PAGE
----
Abstract:INTRODUCTION: The clinical diagnosis of amyotrophic lateral sclerosis (ALS) relies on exclusion of mimic syndromes, but there are no specific guidelines regarding the extent of laboratory testing required. METHODS: A survey was sent to 274 physicians listed in the Neuromuscular Section of the American Academy of Neurology. The survey asked how often they order 21 different laboratory tests in patients suspected of having ALS. RESULTS: Ninety-nine responses were received (36% response rate). Greater than 75% ordered serum creatine kinase, chemistry panel, and thyroid functions often or always. Fewer than 25% tested for serum complement, hexosaminidase A, spinal muscular atrophy, Kennedy disease, heavy metals, or human T-cell lymphotrophic virus often or always. Twelve other tests had intermediate responses. CONCLUSIONS: There is a lack of consensus among respondents regarding the laboratory evaluation of suspected ALS. Prospective studies are needed to define the diagnostic yield and cost-effectiveness of laboratory testing in this population.
Publication type:JOURNAL ARTICLE
Name of substance:EC 2.7.3.2 (Creatine Kinase); EC 3.2.1.52 (Hexosaminidase A)


  6 / 380 MEDLINE  
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PMID:25441385
Author:Forster CS
Address:Department of Medicine, Boston Children's Hospital, Boston, Massachusetts.
Title:50 Years ago in the Journal of Pediatrics: the startle response and serum enzyme profile in early detection of Tay-Sachs' disease.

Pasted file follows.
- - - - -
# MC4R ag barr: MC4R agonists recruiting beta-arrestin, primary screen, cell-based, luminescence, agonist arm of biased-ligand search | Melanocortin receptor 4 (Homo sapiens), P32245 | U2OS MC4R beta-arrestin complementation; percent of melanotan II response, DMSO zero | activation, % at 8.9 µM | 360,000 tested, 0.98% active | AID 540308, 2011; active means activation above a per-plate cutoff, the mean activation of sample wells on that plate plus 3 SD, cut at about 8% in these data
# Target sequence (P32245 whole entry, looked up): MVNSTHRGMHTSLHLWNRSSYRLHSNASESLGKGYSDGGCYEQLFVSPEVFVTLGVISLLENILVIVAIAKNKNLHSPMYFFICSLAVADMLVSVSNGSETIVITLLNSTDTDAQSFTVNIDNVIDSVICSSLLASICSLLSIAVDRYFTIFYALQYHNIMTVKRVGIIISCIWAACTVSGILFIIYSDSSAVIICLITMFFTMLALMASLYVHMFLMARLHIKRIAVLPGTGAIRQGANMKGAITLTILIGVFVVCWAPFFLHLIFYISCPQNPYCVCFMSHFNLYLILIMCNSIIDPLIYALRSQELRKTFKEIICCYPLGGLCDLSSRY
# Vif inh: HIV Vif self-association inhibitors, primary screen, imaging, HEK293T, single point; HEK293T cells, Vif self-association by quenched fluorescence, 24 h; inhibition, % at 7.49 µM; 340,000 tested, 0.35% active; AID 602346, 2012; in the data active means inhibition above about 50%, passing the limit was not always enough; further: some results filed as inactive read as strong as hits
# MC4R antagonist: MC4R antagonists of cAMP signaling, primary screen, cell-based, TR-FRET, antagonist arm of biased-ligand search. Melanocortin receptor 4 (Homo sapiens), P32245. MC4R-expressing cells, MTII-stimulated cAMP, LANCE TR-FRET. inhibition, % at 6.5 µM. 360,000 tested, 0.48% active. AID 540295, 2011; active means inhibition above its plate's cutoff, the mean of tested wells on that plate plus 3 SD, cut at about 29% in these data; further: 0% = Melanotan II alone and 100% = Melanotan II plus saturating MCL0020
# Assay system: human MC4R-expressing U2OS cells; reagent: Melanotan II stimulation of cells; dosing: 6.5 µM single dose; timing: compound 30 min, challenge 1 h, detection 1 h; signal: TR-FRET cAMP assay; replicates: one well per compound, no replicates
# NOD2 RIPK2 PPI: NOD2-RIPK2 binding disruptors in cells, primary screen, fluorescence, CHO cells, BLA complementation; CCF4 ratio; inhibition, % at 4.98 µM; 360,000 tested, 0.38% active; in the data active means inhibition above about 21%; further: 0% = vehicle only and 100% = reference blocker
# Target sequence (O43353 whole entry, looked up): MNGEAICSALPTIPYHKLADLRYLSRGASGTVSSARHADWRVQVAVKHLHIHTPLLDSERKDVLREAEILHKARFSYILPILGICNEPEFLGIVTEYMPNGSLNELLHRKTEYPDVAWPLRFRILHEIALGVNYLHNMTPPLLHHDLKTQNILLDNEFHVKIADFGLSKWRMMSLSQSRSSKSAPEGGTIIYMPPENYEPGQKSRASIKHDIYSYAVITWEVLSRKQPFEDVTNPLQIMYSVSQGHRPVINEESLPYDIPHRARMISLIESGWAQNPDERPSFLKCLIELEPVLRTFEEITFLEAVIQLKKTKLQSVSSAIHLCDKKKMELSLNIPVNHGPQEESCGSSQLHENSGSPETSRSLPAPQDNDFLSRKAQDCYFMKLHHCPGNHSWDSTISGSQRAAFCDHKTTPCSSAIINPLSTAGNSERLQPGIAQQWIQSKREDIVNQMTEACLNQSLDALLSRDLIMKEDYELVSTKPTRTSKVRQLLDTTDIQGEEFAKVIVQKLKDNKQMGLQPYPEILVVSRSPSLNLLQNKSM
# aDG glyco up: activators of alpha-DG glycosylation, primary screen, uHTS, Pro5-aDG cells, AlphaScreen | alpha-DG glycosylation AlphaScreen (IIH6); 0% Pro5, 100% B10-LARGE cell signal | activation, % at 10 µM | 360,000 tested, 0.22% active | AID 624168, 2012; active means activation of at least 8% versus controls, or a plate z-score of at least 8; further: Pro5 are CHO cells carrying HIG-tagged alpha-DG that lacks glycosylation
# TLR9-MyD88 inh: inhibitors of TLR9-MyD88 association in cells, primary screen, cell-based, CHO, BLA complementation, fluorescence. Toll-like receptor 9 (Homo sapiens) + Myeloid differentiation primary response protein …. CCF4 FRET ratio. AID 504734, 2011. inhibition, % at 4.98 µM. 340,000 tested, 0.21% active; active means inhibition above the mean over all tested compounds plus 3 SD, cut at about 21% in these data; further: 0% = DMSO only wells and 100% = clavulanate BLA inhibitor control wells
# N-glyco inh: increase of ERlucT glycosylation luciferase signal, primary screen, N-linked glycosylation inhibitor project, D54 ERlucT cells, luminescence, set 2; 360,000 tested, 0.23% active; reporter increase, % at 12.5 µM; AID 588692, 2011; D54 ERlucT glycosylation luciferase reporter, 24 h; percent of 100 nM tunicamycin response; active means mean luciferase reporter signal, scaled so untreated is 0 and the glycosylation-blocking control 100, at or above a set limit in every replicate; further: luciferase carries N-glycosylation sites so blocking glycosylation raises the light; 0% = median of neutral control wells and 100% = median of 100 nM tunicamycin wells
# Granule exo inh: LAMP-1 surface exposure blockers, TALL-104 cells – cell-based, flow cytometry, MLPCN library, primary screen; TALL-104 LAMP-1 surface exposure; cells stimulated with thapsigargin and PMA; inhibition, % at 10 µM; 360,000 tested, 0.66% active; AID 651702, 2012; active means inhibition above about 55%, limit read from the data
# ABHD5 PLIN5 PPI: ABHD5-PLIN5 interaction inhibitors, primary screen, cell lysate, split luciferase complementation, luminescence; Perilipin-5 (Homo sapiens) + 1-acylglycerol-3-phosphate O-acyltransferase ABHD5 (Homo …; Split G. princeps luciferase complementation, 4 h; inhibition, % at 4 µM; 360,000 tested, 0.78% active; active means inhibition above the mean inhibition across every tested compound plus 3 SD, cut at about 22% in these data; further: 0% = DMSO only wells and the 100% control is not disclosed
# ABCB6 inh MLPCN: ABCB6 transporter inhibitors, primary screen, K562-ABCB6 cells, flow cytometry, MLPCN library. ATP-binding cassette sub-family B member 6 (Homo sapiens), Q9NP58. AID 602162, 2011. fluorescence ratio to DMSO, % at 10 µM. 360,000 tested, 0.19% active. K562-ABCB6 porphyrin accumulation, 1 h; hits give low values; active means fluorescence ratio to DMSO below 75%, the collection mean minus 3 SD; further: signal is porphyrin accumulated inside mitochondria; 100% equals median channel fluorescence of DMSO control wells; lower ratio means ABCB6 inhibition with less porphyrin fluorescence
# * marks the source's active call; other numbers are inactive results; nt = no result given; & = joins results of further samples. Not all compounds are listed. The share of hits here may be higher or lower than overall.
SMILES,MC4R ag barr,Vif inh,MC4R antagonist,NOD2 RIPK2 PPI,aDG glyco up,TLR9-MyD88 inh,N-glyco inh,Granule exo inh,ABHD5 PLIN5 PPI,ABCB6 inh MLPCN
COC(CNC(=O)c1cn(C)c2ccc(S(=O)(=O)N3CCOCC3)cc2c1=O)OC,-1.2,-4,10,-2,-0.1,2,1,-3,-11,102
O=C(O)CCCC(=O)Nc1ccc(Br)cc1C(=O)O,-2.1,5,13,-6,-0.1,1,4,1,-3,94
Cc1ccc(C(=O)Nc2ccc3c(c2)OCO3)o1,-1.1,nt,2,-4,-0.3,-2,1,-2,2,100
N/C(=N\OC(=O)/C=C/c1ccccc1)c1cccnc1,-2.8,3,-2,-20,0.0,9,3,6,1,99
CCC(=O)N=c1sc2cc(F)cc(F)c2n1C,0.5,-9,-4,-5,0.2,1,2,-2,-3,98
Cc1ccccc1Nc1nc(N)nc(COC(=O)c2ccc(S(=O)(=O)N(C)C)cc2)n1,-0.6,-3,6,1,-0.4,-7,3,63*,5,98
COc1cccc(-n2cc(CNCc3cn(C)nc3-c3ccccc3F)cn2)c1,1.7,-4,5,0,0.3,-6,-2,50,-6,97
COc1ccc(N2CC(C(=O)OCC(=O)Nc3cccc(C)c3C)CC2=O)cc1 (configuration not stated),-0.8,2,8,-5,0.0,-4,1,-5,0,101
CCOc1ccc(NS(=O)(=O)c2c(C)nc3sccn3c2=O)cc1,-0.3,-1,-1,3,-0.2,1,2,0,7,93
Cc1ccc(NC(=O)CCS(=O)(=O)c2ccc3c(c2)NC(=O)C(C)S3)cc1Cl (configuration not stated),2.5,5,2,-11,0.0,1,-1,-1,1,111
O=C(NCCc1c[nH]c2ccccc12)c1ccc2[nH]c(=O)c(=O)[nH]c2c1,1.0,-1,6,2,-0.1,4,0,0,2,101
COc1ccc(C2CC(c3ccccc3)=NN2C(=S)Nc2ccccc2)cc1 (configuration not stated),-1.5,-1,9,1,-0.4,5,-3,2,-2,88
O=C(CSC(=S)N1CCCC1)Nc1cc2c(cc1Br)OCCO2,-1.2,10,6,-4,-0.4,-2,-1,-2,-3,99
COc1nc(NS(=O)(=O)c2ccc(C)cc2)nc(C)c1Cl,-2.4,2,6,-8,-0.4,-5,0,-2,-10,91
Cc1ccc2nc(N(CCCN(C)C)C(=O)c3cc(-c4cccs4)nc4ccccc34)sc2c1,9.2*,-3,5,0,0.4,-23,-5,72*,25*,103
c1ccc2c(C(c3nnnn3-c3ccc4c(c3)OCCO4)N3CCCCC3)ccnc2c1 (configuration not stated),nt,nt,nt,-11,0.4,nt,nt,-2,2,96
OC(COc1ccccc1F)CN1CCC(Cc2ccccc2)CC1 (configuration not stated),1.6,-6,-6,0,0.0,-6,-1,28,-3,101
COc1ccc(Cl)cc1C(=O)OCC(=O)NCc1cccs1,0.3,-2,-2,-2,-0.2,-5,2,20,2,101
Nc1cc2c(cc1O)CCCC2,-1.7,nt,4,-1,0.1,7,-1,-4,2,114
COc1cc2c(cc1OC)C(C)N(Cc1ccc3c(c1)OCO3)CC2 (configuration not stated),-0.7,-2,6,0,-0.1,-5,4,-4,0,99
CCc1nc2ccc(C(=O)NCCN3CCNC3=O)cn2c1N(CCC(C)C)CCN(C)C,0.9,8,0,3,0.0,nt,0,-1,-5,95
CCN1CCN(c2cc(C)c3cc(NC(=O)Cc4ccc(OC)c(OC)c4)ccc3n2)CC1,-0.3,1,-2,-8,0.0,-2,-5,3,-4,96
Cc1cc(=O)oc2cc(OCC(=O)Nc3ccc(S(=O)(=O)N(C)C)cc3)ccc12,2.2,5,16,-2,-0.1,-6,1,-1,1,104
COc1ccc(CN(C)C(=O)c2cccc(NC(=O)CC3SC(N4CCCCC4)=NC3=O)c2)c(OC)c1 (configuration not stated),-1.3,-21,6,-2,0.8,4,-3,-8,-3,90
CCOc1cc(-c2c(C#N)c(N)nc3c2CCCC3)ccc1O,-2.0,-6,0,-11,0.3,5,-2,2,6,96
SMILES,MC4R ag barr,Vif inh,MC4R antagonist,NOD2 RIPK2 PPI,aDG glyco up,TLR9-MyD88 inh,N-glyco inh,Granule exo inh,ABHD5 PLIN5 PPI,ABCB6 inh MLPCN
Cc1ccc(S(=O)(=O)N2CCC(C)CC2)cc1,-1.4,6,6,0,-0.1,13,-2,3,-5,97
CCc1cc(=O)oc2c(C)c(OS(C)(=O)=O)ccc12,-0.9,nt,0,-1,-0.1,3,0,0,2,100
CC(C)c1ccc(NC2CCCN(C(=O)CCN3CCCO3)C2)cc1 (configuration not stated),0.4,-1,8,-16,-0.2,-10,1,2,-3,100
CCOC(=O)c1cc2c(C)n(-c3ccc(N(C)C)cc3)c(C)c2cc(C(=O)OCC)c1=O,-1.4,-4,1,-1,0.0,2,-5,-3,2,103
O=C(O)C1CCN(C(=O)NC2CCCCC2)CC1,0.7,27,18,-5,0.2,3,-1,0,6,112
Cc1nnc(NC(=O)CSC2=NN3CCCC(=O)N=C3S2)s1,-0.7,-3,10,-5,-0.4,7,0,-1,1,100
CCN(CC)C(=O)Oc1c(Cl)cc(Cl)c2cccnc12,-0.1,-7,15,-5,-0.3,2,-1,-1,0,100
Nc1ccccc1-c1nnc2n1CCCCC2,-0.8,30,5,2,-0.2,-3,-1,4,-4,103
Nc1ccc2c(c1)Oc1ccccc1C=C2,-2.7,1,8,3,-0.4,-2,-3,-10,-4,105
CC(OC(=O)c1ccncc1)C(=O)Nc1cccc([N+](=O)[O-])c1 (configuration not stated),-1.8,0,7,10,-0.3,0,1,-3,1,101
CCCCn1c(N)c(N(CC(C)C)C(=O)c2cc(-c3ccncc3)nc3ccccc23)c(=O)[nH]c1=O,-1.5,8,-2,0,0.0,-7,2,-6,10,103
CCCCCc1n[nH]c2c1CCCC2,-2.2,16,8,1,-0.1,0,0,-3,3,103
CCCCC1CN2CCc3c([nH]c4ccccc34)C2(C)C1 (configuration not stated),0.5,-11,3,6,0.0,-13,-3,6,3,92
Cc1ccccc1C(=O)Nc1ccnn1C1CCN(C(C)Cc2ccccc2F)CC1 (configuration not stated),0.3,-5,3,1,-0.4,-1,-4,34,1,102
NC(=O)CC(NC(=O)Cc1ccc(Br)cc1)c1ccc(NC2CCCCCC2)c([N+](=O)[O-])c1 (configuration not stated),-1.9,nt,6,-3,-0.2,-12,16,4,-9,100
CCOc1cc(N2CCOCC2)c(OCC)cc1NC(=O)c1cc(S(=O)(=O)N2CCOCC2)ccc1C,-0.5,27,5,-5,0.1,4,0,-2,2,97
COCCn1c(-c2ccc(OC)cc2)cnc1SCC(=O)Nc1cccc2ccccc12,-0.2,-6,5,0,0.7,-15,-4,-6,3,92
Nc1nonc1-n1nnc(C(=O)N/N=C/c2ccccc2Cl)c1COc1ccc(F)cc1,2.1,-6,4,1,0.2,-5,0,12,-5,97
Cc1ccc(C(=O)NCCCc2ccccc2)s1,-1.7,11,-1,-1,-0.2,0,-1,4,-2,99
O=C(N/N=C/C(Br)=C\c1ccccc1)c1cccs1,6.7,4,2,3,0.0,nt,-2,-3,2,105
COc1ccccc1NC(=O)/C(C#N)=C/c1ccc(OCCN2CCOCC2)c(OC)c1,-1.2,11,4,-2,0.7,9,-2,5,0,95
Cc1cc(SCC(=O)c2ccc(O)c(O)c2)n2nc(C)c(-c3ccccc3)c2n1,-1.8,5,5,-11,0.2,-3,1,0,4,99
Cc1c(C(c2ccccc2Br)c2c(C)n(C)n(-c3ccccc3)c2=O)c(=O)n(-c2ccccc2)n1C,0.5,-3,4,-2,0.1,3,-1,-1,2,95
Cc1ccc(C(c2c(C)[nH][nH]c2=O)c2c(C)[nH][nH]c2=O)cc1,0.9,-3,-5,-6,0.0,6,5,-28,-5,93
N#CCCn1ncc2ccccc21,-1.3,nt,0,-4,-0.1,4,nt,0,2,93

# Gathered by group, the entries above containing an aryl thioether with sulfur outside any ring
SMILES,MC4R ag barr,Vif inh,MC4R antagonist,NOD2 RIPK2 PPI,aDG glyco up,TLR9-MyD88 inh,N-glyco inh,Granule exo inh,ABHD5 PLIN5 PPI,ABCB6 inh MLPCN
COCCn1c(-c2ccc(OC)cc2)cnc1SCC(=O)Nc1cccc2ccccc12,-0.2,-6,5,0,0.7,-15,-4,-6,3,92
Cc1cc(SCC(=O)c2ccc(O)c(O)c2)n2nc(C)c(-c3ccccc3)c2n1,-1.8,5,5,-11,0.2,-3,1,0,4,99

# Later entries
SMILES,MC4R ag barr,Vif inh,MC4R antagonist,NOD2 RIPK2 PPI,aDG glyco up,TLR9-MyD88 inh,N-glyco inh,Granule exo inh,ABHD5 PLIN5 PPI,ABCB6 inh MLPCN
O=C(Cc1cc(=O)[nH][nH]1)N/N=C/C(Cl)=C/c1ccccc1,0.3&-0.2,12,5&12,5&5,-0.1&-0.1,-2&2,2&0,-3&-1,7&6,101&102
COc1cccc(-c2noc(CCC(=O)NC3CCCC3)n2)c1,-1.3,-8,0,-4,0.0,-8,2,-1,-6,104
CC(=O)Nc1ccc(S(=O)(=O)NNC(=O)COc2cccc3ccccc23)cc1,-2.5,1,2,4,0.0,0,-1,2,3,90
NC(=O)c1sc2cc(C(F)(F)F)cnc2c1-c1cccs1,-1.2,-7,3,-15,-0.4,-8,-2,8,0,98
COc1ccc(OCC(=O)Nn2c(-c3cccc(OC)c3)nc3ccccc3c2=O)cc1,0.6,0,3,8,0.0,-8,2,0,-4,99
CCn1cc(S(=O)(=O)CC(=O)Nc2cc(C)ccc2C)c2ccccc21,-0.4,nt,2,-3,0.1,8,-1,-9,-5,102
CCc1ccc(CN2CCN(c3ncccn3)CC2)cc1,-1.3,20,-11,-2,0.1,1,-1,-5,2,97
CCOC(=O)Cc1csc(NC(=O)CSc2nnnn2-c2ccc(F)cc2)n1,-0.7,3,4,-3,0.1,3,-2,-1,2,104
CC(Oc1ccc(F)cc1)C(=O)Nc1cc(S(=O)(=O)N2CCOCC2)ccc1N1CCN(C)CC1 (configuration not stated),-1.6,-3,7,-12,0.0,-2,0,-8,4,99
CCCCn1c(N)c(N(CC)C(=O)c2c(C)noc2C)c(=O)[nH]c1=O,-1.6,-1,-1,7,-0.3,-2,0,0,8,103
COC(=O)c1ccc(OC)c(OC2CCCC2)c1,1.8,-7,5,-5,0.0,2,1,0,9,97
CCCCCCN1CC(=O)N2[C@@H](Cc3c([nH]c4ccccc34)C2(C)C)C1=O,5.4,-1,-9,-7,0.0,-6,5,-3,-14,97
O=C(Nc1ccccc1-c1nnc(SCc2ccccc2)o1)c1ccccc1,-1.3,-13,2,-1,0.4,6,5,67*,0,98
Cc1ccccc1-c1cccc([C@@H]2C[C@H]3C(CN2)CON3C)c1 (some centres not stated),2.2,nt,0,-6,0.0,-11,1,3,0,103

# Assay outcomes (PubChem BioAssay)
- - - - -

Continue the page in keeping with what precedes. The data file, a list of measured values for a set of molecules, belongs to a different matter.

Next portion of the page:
Source:J Pediatr; 165(5):944, 2014 Nov.
ISSN:1097-6833
Country of publication:United States
Language:eng
Publication type:HISTORICAL ARTICLE; JOURNAL ARTICLE
Name of substance:EC 3.2.1.52 (Hexosaminidase A)


  7 / 380 MEDLINE  
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PMID:24915922
Author:Huang Y; Xie T; Zheng J; Zhao X; Liu H; Liu L
Address:Department of Endocrinology and Metabolism, Guangzhou Women and Children's Medical Center, Guangzhou 510623, China.
Title:[Clinical and molecular characteristics of a child with juvenile Sandhoff disease].
Source:Zhonghua Er Ke Za Zhi; 52(4):313-6, 2014 Apr.
ISSN:0578-1310
Country of publication:China
Language:chi
Abstract:OBJECTIVE: To explore the clinical features and molecular mutation of HEXB gene in a case with juvenile Sandhoff disease. METHOD: We retrospectively reviewed the clinical, neuroimaging and biochemical findings in this Chinese child with juvenile Sandhoff disease. Hexosaminidase A and hexosaminidase A & B activities were measured in blood leukocytes by fluorometric assay. HEXB gene molecular analysis was performed by PCR and direct sequencing. RESULT: The 9-year-old boy was admitted for psychomotor regression. He presented slowly progressive gait disorder and dysarthria during the last three years. Cranial MRI revealed a marked cerebellar atrophy with normal intensity in the thalamus and basal ganglia. Brain MRS showed normal in the thalamus and basal ganglia. Hexosaminidase A was 69.5 (mg·h) [normal controls 150-360 nmol/(mg·h)], hexosaminidase A & B activity was 119 nmol/(mg·h)[normal controls 600-3 500 nmol/(mg·h)], confirming the diagnosis of Sandhoff disease. The patient was a compound heterozygote for a novel deletion mutation c.1404delT (p. P468P fsX62) and a reported mutation c.1509-26G>A. CONCLUSION: The clinical features of juvenile Sandhoff disease include ataxia, dysarthria and cerebellar atrophy. The enzyme assay and molecular analysis of HEXB gene can confirm the diagnosis of Sandhoff disease. The novel mutation c.1404delT(p. P468P fsX62) is a disease-related mutation.